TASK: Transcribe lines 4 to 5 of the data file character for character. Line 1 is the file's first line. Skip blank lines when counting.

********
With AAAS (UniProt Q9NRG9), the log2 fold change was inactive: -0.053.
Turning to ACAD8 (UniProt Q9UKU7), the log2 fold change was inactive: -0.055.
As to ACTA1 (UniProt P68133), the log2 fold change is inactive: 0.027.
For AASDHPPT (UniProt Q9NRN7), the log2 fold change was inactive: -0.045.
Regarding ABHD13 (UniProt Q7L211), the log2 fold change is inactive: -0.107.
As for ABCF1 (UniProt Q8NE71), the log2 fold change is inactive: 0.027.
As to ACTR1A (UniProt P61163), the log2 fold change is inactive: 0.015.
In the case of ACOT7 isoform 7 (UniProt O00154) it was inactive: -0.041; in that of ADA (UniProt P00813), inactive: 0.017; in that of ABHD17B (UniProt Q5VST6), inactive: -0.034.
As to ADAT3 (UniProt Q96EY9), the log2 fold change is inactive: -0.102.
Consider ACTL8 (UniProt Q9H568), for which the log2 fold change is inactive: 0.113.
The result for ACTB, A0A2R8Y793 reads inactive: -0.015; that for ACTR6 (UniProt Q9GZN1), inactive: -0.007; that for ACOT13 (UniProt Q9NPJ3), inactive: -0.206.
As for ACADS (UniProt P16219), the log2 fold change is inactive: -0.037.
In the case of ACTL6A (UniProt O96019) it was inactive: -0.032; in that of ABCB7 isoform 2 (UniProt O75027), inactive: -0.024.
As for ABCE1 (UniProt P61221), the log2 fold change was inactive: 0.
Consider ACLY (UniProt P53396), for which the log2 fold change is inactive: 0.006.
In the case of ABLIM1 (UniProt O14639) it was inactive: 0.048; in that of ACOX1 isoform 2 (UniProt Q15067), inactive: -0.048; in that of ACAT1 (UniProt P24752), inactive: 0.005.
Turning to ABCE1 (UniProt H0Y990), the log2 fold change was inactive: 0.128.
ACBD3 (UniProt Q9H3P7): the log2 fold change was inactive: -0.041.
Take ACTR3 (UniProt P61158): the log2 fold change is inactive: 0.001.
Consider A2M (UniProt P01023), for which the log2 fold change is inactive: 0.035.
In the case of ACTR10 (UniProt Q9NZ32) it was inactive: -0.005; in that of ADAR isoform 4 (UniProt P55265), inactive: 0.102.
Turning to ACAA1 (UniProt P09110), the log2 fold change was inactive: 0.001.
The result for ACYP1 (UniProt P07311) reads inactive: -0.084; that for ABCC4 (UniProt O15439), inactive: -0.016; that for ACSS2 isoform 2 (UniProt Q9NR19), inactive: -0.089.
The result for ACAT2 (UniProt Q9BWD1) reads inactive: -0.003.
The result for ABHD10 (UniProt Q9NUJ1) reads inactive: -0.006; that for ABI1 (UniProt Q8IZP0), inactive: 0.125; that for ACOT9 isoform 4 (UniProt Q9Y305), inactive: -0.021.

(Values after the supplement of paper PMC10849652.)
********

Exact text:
For AASDHPPT (UniProt Q9NRN7), the log2 fold change was inactive: -0.045.
Regarding ABHD13 (UniProt Q7L211), the log2 fold change is inactive: -0.107.